Maldives Economics and Business

Abbreviated as MDV by, Maldives has quickly become a middle-income country, driven by the rapid growth of the tourism and fisheries sectors.

High economic growth since the 1970s has led to a significant improvement in the standard of living in the Maldives. Since the turn of the millennium, living standards have been among the highest in South Asia. However, poverty is widespread, and around 16 percent live below the poverty line (2016).

Maldives GDP (Nominal, $USD) 2003-2017

  • COUNTRYAAH: Find major trading partners of Maldives, including major exports and major imports with latest trade value and market share as well as growth rate.

The Maldives has a developing economy based on fishing, tourism, boatbuilding and boat repair. Most of the population works with fishing, coconut harvesting and growing vegetables, melons, roots and tubers (cassava, sweet potatoes and yams) and tropical fruits.


The development of tourism started in the early 1970s and has been a success ever since. To protect the island’s culture from the negative effects of mass tourism, tourists are referred to their own so-called “hotel islands” or “tourist islands” with no other population than those working in the tourism industry.

Note: the capital city of Maldives is Malé with a population of 133 412 (Census 2014).

Tourism is the Maldives’ most important industry, and in 2016, tourism accounted for 28 percent of GDP and 60 percent of foreign exchange earnings.


Fishing is the country’s second largest industry, but overall catches have dropped significantly in recent years. Fish, mainly dried, frozen or canned, is exported to Thailand, the United Kingdom, Sri Lanka, France, Algeria and Japan, among others. Most tuna is fished.


The agricultural sector is small, partly because of a lack of agricultural land. Maldives is largely dependent on food imports, and also imports a variety of industrial and finished goods.


The government faces challenges such as diversifying the economy beyond tourism and fishing, reforming public finances, increasing employment opportunities and combating corruption and a growing drug problem.

In the longer term, the Maldivian authorities worry about the impact of erosion and possible global warming, as the country is the world’s flatest, with 80 percent of the area one meter or less above sea level.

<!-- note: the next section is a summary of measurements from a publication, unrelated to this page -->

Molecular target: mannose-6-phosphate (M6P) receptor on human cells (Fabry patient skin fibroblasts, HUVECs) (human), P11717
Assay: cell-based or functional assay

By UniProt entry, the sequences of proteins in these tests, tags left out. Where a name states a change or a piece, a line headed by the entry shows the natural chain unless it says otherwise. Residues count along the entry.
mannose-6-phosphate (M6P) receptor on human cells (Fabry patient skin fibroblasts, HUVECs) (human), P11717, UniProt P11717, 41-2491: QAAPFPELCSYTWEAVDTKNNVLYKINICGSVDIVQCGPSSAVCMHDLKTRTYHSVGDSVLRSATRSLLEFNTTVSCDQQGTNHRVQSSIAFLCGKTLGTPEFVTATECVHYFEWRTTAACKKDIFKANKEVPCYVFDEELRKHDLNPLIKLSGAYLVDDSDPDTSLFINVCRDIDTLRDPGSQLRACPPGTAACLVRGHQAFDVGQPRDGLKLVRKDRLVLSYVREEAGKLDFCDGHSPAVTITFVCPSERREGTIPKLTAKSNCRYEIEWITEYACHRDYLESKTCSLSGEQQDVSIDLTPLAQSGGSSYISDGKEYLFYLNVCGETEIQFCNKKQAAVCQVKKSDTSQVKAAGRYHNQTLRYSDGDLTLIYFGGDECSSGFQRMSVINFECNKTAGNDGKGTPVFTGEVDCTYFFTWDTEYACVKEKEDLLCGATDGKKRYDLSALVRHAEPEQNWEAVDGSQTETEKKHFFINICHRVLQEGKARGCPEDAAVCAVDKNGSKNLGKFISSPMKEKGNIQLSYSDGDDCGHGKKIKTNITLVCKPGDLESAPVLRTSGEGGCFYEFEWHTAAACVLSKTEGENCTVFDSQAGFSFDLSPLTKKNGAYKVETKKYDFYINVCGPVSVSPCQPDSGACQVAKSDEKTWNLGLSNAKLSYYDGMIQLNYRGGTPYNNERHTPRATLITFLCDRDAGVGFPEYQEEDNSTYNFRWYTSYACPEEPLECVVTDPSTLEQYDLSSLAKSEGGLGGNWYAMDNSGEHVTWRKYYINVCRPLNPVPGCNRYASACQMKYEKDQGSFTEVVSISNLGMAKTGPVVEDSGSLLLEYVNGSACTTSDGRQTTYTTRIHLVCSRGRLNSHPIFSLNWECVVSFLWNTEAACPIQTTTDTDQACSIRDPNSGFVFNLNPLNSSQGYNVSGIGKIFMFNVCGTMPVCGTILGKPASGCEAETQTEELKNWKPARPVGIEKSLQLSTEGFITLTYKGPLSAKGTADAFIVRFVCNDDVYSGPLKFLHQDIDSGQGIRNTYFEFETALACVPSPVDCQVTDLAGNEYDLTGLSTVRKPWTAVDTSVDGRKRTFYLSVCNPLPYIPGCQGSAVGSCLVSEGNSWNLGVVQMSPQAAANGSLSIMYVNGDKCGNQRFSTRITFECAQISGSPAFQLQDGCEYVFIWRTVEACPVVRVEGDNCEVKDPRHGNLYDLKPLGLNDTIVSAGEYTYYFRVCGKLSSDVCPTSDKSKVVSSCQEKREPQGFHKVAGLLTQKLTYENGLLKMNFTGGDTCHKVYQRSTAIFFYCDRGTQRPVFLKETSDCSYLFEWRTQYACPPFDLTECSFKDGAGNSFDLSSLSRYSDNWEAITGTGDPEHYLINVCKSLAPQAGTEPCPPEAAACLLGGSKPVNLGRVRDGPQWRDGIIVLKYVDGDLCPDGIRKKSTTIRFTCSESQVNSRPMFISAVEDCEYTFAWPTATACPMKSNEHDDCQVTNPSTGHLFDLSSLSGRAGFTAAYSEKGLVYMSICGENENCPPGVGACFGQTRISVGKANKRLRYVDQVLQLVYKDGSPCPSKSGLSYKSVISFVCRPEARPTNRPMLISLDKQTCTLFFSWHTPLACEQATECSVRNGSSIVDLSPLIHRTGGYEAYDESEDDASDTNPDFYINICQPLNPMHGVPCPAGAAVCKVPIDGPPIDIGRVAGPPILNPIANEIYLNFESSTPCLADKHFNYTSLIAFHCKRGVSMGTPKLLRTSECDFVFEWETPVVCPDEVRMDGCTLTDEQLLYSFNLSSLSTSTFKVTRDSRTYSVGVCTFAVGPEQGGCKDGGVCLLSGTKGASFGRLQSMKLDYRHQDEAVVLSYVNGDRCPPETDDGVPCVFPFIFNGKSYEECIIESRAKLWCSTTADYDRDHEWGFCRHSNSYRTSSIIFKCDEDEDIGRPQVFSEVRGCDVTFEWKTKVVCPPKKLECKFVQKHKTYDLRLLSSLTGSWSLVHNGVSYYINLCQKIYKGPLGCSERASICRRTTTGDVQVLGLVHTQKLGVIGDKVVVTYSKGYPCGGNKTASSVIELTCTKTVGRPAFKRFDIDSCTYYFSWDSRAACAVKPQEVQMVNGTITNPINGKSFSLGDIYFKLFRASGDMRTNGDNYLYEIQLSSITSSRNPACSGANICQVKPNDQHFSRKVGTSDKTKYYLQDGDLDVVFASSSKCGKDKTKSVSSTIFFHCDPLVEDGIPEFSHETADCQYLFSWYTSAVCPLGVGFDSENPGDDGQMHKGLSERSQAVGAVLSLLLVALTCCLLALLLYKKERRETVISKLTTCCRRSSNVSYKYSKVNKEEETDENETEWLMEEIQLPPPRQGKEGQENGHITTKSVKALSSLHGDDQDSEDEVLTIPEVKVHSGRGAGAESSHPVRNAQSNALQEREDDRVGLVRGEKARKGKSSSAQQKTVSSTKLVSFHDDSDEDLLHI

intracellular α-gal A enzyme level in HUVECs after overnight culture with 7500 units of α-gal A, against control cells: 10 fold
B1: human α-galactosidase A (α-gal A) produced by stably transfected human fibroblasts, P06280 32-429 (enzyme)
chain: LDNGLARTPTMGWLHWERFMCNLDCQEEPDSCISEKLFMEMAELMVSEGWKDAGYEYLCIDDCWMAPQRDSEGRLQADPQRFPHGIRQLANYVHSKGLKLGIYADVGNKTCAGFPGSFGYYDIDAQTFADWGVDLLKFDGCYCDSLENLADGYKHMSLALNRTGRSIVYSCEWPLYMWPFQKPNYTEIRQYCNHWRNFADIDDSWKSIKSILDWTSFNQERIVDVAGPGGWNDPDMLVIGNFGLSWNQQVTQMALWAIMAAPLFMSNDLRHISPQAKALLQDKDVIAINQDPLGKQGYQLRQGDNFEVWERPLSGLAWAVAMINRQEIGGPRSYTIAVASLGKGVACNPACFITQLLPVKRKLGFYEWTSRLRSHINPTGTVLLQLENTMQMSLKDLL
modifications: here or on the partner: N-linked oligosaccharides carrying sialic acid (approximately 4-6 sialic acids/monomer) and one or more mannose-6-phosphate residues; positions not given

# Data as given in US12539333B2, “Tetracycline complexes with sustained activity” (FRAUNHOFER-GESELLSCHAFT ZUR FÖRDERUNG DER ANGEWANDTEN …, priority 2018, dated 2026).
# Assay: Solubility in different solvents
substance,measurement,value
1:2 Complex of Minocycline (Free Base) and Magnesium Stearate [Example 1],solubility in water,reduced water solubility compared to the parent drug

In 2015, Parliament passed a constitutional amendment that legalized foreign ownership of land under certain conditions.

Transport and Communications

The international airport (opened in 1981) is located on Hulele Island near the capital Malé. Tourists are also flown in to the three international airports at Gan (Addu Atoll), Kadhdhoo (Haddummati Atoll) and Hanimaadho (Tiladummati Atoll). The transport between the islands normally takes place by boat and there is regular traffic between some atolls.

Maldives Economics and Business

After the agreement of 1963, by which Great Britain undertook to re-establish the authority of the government of Malé over the rebel islands in exchange for concessions to the BBC, on 26 July 1965 the islands gained independence, while remaining at the The naval base of Gan was in English until 1968. In November 1968 they assumed the republican institutional form. On 7 March 1975, the President of the Republic Amir Ibrahim Nasir deposed with a blow of force the Prime Minister Ahmed Zaki, who on 22 February had obtained the parliamentary investiture with 36 votes to 16, exiling him in an islet of the archipelago and also assuming the function of head of government.

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